When Joe Alfonsi broke into the voluntary benefits industry 15years ago with Unum, he was given a seemingly impossible quota —and was strongly advised to focus his sales efforts on blue collarworkers.

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As the voluntary benefits market was once considered the domainof the working class, carriers often positioned them as affordable,valuable products for underinsured lower- and middle-incomeearners.

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“Times have clearly changed,” said Alfonsi, who now runs TriBenInsurance Solutions, a Philadelphia-area agency specializing insupplemental and voluntary benefits. “The value of voluntarybenefits goes way beyond a certain type of worker.”

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Eric Silverman told a similar experience: When he broke into thevoluntary industry more than 16 years ago, at the ripe age of 19,with Aflac, he, too, was told to channel his energies toward thelabor class and other “rank and file workers.”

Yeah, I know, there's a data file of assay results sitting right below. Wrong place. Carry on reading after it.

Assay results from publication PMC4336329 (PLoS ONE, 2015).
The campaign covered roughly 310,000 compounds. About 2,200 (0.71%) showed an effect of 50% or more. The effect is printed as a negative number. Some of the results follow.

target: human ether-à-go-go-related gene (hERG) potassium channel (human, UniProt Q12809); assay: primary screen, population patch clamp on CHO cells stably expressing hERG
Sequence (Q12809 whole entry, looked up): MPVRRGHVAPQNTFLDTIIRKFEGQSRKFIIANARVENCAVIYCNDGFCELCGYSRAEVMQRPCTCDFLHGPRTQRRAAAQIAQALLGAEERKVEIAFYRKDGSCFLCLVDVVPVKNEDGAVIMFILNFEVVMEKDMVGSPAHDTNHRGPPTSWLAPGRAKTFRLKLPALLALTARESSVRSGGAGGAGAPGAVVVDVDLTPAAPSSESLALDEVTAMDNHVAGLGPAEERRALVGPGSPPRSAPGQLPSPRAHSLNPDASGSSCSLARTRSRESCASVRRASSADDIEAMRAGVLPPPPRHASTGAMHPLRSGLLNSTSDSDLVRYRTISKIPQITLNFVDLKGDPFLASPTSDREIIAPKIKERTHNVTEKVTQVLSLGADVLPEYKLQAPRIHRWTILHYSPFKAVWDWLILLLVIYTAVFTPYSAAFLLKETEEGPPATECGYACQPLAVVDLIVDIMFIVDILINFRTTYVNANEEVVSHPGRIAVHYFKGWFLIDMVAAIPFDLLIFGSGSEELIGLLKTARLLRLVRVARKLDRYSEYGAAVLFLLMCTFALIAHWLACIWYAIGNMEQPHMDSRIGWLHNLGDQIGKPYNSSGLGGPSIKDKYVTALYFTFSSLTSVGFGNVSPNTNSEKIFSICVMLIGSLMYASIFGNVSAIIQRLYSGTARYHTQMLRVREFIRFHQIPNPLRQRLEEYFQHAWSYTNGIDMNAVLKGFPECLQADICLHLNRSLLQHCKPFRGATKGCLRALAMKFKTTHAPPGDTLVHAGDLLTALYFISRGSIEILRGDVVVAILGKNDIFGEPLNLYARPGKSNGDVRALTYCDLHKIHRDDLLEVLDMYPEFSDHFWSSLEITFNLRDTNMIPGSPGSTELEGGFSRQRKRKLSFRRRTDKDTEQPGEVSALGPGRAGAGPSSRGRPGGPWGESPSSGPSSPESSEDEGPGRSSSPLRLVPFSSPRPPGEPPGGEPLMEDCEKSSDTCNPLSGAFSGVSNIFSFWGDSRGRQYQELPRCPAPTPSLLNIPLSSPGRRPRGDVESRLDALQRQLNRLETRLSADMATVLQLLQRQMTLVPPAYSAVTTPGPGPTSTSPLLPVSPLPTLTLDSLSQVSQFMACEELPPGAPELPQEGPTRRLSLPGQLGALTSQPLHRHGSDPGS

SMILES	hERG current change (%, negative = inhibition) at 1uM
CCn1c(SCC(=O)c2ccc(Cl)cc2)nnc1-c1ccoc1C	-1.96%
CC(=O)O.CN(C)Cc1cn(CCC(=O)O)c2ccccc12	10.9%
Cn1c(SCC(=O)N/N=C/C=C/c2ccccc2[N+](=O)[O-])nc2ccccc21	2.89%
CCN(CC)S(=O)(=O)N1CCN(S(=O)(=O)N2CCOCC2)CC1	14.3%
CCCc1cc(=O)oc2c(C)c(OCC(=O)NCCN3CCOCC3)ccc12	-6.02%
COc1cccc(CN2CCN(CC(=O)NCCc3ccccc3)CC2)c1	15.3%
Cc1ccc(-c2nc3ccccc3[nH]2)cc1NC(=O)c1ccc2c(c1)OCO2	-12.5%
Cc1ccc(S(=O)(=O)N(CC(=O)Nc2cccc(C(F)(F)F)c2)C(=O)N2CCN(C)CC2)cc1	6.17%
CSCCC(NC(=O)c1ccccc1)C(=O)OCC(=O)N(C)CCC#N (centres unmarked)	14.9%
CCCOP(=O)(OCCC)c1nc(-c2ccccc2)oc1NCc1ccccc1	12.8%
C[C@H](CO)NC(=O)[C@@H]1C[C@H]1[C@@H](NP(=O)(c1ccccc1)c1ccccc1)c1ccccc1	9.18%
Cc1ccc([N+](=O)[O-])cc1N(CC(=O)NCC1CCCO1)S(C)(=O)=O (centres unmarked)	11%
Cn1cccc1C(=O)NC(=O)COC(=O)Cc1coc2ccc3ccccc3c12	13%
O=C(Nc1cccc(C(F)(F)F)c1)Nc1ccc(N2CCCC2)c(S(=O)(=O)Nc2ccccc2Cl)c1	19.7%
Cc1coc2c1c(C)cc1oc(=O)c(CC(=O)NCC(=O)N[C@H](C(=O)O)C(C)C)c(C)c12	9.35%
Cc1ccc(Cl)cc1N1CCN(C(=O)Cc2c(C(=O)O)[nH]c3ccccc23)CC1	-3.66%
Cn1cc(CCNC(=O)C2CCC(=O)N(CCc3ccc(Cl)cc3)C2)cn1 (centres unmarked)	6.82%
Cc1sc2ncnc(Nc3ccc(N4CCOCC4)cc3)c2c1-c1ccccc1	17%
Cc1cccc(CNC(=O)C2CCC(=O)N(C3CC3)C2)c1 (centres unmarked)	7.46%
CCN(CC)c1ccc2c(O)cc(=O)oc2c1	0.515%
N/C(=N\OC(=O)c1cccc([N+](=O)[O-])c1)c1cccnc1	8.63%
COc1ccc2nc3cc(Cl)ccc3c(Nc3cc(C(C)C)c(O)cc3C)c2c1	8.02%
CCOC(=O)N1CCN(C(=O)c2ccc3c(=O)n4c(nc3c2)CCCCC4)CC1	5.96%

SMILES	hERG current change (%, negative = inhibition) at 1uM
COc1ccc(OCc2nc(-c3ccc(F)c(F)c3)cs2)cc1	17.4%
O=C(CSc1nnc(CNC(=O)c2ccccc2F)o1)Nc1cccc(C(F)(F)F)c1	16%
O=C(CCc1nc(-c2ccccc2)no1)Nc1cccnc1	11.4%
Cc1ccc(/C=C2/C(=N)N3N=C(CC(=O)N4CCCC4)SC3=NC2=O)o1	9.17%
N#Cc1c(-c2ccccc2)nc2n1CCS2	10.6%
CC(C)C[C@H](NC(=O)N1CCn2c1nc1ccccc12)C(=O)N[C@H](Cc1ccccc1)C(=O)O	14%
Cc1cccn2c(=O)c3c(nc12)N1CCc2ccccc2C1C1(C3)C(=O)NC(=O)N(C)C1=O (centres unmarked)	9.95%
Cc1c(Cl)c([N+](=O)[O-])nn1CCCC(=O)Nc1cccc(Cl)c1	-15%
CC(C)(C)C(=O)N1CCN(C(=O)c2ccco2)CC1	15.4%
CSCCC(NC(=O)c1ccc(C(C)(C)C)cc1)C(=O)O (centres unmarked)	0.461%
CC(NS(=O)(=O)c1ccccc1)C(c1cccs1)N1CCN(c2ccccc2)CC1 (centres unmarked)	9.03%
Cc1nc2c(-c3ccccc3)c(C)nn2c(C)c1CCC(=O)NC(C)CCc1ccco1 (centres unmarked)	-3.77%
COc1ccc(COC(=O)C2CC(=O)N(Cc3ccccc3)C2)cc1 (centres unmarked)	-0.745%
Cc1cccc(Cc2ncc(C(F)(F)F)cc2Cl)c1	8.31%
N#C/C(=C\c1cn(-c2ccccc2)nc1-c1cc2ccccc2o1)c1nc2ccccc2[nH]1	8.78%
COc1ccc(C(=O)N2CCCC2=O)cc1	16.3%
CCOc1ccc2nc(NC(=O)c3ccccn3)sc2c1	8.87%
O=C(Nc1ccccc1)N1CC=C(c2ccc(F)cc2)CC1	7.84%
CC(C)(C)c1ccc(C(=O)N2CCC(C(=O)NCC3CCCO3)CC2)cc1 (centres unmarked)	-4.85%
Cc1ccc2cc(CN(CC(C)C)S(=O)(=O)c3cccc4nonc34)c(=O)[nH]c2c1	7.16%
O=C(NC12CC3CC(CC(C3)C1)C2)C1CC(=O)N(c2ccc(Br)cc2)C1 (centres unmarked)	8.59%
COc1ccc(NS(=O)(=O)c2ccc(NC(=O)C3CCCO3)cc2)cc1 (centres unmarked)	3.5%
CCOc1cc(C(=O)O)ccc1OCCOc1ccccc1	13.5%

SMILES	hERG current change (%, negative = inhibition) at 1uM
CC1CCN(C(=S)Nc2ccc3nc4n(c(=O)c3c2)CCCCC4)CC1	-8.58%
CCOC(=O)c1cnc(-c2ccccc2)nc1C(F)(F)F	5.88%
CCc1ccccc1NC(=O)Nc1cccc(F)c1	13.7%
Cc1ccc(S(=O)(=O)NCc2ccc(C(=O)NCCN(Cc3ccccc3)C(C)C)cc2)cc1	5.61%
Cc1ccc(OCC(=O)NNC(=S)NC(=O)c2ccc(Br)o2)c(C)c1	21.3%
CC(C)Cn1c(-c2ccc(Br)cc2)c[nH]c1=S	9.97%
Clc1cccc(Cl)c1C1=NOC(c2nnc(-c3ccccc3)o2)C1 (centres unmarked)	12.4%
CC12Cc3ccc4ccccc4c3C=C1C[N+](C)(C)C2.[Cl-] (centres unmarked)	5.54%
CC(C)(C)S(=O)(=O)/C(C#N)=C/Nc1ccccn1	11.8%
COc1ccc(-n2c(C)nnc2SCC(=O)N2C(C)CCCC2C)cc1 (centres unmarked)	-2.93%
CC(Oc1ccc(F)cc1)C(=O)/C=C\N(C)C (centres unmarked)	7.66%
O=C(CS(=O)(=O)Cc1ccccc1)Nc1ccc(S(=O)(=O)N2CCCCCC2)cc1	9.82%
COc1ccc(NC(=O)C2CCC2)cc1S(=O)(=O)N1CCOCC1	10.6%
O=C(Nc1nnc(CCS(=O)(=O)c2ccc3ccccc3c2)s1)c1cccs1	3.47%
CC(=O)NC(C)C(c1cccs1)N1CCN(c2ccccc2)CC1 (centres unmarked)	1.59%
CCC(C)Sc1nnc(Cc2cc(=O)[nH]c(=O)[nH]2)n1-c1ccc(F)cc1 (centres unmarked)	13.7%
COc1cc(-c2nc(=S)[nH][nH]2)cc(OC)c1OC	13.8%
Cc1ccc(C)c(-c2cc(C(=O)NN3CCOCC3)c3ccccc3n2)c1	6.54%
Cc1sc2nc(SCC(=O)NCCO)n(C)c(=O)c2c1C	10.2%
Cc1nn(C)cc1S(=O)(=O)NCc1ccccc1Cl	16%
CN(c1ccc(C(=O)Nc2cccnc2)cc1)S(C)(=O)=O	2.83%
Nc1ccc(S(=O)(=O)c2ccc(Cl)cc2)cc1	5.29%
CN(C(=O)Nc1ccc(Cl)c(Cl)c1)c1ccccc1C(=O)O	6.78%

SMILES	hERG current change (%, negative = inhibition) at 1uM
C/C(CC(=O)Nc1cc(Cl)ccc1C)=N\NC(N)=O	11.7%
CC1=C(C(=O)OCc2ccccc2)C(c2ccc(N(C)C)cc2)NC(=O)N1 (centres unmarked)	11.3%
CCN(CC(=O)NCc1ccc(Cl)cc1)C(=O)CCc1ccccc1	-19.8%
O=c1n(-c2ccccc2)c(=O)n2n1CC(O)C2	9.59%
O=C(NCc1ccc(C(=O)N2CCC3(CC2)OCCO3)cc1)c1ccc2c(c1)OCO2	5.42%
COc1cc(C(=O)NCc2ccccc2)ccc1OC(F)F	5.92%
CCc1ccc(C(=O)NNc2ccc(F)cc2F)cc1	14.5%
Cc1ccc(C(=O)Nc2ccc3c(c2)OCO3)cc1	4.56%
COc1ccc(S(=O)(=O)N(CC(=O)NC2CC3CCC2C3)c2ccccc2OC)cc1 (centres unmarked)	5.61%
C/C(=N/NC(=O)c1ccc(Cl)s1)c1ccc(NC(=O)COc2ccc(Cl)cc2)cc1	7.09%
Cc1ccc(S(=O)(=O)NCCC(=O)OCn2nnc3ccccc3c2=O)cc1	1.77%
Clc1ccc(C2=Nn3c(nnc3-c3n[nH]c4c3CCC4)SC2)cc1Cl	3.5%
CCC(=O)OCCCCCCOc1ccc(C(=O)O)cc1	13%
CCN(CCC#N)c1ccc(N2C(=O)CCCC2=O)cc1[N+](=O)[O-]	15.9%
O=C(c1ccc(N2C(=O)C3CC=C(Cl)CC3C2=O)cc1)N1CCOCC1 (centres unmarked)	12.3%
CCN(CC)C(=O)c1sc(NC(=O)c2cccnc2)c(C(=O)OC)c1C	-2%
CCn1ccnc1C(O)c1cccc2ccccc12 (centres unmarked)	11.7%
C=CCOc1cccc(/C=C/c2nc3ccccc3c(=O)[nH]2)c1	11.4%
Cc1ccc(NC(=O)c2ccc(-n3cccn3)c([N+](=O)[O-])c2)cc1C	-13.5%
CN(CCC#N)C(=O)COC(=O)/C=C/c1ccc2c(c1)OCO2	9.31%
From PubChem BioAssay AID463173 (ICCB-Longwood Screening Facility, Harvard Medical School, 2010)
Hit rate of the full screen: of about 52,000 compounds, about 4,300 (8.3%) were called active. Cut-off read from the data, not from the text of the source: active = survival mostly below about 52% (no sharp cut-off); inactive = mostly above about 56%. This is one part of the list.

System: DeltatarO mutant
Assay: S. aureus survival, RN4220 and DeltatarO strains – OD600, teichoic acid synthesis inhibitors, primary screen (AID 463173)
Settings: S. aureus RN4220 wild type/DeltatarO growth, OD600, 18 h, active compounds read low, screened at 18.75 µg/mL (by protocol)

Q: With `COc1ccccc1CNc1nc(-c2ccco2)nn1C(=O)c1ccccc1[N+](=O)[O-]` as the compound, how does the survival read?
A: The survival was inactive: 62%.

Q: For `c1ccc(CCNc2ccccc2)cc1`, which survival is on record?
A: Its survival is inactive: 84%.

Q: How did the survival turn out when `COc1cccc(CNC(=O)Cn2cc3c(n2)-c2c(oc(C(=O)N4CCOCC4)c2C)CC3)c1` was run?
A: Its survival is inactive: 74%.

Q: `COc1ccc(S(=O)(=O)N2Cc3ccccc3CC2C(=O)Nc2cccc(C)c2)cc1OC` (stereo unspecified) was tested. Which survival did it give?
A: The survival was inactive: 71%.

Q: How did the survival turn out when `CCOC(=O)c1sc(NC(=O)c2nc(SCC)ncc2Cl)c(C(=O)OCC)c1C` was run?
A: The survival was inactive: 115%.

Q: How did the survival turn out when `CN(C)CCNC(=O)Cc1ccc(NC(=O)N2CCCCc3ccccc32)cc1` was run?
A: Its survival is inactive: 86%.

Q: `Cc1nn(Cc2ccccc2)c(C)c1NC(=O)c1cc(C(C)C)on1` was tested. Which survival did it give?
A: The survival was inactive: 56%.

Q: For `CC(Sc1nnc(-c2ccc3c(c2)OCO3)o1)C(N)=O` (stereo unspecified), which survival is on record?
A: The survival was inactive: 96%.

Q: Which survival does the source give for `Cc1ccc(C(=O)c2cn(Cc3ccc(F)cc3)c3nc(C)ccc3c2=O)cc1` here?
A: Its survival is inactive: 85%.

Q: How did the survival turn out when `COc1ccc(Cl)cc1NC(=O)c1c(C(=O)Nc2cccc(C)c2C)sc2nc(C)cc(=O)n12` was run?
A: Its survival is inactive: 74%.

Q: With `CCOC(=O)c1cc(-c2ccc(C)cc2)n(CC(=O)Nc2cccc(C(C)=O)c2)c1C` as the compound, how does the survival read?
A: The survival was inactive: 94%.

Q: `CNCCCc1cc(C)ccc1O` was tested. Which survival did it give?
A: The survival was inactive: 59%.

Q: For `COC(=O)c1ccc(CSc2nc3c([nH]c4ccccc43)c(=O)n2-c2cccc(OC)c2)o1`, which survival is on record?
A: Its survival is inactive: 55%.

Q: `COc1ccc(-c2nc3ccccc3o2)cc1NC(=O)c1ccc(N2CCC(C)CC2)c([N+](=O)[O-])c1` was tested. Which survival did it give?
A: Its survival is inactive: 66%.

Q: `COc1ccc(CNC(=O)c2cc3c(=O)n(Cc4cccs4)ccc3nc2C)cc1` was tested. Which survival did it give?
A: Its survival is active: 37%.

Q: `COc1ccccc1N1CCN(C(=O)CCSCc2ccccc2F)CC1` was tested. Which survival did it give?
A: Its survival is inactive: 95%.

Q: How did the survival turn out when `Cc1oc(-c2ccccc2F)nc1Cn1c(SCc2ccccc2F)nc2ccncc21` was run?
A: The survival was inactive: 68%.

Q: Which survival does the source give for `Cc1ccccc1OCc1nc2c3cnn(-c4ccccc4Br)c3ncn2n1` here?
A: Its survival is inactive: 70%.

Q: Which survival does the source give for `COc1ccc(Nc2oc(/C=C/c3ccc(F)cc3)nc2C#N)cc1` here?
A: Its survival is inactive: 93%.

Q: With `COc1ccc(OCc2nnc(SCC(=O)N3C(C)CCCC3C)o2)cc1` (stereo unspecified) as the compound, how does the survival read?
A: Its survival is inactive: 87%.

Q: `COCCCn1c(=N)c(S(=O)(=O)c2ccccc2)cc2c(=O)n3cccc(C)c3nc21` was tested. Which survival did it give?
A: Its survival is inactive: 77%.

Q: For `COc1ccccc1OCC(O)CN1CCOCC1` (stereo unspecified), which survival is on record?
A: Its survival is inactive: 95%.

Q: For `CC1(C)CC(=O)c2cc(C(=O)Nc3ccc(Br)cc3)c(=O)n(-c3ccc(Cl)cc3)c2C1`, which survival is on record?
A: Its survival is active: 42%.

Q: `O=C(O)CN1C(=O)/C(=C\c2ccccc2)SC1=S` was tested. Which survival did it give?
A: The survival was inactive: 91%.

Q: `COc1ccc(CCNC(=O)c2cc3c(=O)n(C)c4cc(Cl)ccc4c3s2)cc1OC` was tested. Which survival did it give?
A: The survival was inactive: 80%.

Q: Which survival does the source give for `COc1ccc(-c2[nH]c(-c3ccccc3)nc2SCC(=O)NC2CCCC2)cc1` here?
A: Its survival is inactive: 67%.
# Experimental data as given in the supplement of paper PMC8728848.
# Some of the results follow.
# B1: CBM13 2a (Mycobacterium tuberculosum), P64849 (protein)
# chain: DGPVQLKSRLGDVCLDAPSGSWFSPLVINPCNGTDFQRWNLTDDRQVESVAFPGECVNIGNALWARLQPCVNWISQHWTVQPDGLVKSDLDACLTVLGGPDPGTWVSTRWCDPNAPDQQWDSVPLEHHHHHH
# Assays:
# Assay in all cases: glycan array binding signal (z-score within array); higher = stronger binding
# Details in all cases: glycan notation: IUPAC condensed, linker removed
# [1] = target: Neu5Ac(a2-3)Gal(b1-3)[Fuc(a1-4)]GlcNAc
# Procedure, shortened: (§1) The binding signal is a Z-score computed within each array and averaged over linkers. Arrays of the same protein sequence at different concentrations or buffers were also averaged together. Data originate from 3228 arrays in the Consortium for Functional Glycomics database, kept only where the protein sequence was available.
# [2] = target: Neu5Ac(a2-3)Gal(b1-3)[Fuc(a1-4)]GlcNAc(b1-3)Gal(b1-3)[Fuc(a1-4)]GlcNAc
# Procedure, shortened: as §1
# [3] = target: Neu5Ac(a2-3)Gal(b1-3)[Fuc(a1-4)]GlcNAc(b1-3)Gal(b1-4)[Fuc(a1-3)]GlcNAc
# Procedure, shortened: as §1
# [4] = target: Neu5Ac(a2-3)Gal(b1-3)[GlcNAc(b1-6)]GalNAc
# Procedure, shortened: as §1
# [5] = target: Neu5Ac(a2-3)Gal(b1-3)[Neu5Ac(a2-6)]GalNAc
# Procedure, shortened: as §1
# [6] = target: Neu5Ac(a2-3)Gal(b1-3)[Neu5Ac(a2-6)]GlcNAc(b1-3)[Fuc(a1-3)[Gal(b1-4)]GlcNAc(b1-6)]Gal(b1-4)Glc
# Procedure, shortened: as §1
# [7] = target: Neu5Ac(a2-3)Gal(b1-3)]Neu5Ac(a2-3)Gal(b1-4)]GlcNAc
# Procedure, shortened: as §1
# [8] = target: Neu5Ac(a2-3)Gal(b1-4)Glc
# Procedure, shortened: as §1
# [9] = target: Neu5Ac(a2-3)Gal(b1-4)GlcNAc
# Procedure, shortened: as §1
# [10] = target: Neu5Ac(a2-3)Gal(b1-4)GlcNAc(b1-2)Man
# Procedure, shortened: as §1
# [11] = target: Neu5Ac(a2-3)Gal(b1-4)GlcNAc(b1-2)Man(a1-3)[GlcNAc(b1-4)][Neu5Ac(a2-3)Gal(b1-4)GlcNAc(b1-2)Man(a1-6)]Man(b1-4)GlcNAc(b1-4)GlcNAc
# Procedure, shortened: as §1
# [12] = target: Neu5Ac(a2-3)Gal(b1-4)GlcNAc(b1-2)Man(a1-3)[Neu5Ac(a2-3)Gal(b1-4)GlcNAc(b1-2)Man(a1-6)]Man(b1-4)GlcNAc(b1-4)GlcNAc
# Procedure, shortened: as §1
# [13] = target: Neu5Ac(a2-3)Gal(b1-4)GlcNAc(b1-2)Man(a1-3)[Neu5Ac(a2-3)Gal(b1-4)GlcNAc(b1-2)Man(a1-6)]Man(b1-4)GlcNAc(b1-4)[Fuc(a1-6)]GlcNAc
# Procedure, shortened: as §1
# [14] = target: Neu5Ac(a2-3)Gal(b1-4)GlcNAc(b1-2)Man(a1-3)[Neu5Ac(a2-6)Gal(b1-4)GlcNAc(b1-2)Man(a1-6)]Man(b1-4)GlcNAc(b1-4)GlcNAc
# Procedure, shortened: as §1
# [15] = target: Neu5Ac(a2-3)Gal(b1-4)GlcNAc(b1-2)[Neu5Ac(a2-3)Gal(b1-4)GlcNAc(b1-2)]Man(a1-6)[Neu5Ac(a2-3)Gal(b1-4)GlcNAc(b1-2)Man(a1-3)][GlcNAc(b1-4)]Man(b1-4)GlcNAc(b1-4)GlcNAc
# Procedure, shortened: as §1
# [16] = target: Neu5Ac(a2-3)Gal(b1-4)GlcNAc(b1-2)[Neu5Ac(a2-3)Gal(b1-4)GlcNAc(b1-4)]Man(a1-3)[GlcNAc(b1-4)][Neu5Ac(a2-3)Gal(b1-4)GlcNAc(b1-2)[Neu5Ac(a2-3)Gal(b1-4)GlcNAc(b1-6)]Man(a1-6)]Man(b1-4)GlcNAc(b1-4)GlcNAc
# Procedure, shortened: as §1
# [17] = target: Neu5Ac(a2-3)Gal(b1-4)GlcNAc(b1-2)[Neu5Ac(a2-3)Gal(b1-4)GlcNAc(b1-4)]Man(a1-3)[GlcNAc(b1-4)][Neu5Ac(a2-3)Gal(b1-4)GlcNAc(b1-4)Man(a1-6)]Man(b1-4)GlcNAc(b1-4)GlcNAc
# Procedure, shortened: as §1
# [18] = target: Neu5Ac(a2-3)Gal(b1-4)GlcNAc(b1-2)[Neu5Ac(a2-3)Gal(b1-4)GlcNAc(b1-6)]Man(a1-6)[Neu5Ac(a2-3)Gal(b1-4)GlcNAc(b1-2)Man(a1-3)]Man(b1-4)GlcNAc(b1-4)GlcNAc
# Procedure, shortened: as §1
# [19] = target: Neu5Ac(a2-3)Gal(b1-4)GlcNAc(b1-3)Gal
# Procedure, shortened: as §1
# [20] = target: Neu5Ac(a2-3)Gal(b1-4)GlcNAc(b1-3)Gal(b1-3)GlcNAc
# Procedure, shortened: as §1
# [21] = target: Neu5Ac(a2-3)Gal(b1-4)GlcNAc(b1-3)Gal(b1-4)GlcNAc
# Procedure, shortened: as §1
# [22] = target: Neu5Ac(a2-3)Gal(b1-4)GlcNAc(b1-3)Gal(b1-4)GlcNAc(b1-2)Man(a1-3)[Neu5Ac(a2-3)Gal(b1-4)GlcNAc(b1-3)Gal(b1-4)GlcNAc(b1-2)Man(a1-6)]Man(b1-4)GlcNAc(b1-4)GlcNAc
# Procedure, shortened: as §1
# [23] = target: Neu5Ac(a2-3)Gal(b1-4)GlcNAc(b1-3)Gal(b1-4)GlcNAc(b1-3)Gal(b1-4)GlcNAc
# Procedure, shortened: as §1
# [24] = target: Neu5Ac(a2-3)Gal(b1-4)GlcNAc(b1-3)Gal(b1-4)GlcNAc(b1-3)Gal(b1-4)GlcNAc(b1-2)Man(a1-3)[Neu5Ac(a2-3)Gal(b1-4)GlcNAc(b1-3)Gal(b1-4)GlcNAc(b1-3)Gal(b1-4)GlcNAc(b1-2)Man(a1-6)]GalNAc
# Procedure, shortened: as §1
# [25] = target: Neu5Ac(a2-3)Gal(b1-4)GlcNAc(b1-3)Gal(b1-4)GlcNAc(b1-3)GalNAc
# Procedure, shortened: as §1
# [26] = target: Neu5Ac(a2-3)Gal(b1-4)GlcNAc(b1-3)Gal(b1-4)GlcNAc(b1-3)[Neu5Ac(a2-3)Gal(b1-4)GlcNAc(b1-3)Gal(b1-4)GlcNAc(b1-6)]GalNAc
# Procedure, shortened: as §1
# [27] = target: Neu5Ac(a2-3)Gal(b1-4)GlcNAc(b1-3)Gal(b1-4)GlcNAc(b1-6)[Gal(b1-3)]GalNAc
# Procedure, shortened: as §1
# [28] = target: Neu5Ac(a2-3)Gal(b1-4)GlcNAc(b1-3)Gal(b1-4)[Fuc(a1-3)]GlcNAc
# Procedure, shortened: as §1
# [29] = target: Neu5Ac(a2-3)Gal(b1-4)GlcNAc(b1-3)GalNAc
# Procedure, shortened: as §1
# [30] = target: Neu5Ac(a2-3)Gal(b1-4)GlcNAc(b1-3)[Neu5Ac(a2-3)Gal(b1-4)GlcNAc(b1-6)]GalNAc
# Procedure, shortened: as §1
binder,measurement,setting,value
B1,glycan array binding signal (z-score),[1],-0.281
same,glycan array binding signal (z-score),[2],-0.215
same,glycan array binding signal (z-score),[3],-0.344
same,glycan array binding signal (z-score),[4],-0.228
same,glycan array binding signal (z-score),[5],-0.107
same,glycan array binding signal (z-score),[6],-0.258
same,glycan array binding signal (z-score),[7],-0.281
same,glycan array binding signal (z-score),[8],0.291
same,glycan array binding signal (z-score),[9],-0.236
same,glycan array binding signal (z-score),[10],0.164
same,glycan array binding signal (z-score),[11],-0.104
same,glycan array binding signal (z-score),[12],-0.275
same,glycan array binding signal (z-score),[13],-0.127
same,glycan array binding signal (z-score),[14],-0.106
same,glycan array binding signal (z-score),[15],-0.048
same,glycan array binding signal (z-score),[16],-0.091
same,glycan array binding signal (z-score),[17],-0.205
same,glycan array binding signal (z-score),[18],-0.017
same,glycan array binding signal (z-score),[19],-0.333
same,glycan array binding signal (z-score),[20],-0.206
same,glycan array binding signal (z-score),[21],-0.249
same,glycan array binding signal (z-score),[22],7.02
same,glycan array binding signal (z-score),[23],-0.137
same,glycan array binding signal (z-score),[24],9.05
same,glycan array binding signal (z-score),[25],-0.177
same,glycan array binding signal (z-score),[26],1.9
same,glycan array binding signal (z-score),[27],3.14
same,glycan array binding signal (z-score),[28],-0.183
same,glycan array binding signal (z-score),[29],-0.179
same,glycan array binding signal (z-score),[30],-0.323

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Silverman, who is a both millennial and a voluntary marketveteran, said he quickly gravitated away from the notion thatvoluntary's value was limited to lower- and middle-incomeworkers.

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In his first year, Silverman, today the CEO of Baltimore-areavoluntary agency Silverman Benefits Group, closed his first dealwith a 500-life, multi-facility health club.

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He oversaw the enrollment, which went well, he said. Soon after,however, he received a call from the CEO's personal assistant. Theboss was angry, the assistant told Silverman, and demanded animmediate meeting.

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The CEO wanted to know why the young broker did not take thetime to enroll him and the company's other executive leaders.

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“I didn't have a logical answer, except to say that I assumedthe leadership didn't need any voluntary benefits,” saidSilverman.

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Adamant, the CEO looked Silverman in the eye and delivered amessage that would help shape the broker's ultimate success.